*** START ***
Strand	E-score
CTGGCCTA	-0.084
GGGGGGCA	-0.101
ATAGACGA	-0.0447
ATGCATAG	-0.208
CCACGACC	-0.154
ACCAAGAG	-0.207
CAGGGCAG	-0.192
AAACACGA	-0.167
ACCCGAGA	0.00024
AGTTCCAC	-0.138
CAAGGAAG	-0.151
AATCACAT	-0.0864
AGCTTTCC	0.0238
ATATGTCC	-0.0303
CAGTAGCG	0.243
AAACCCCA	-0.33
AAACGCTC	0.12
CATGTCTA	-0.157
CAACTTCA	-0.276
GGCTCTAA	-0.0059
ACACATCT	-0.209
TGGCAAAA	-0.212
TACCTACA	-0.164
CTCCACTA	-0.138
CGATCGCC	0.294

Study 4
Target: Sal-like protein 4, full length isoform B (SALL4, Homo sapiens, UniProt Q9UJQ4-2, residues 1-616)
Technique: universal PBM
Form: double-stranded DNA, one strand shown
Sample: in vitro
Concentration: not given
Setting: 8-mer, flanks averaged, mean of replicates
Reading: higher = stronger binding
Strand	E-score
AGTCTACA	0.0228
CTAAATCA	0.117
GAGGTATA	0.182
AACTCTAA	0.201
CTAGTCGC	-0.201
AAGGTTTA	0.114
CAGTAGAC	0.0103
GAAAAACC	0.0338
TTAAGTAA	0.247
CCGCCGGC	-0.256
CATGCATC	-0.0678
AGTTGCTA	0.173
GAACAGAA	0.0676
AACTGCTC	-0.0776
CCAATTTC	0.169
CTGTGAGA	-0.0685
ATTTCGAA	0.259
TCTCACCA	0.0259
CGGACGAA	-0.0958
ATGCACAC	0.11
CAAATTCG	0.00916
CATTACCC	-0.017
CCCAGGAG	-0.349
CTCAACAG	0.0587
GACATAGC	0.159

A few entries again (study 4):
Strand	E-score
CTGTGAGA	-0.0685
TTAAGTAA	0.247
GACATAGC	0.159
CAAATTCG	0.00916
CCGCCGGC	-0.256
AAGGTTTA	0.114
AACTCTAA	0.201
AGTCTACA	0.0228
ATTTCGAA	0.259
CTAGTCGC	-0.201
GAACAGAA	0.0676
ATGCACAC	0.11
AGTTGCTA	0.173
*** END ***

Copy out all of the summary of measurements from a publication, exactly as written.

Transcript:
Strand	E-score
CTGGCCTA	-0.084
GGGGGGCA	-0.101
ATAGACGA	-0.0447
ATGCATAG	-0.208
CCACGACC	-0.154
ACCAAGAG	-0.207
CAGGGCAG	-0.192
AAACACGA	-0.167
ACCCGAGA	0.00024
AGTTCCAC	-0.138
CAAGGAAG	-0.151
AATCACAT	-0.0864
AGCTTTCC	0.0238
ATATGTCC	-0.0303
CAGTAGCG	0.243
AAACCCCA	-0.33
AAACGCTC	0.12
CATGTCTA	-0.157
CAACTTCA	-0.276
GGCTCTAA	-0.0059
ACACATCT	-0.209
TGGCAAAA	-0.212
TACCTACA	-0.164
CTCCACTA	-0.138
CGATCGCC	0.294

Study 4
Target: Sal-like protein 4, full length isoform B (SALL4, Homo sapiens, UniProt Q9UJQ4-2, residues 1-616)
Technique: universal PBM
Form: double-stranded DNA, one strand shown
Sample: in vitro
Concentration: not given
Setting: 8-mer, flanks averaged, mean of replicates
Reading: higher = stronger binding
Strand	E-score
AGTCTACA	0.0228
CTAAATCA	0.117
GAGGTATA	0.182
AACTCTAA	0.201
CTAGTCGC	-0.201
AAGGTTTA	0.114
CAGTAGAC	0.0103
GAAAAACC	0.0338
TTAAGTAA	0.247
CCGCCGGC	-0.256
CATGCATC	-0.0678
AGTTGCTA	0.173
GAACAGAA	0.0676
AACTGCTC	-0.0776
CCAATTTC	0.169
CTGTGAGA	-0.0685
ATTTCGAA	0.259
TCTCACCA	0.0259
CGGACGAA	-0.0958
ATGCACAC	0.11
CAAATTCG	0.00916
CATTACCC	-0.017
CCCAGGAG	-0.349
CTCAACAG	0.0587
GACATAGC	0.159

A few entries again (study 4):
Strand	E-score
CTGTGAGA	-0.0685
TTAAGTAA	0.247
GACATAGC	0.159
CAAATTCG	0.00916
CCGCCGGC	-0.256
AAGGTTTA	0.114
AACTCTAA	0.201
AGTCTACA	0.0228
ATTTCGAA	0.259
CTAGTCGC	-0.201
GAACAGAA	0.0676
ATGCACAC	0.11
AGTTGCTA	0.173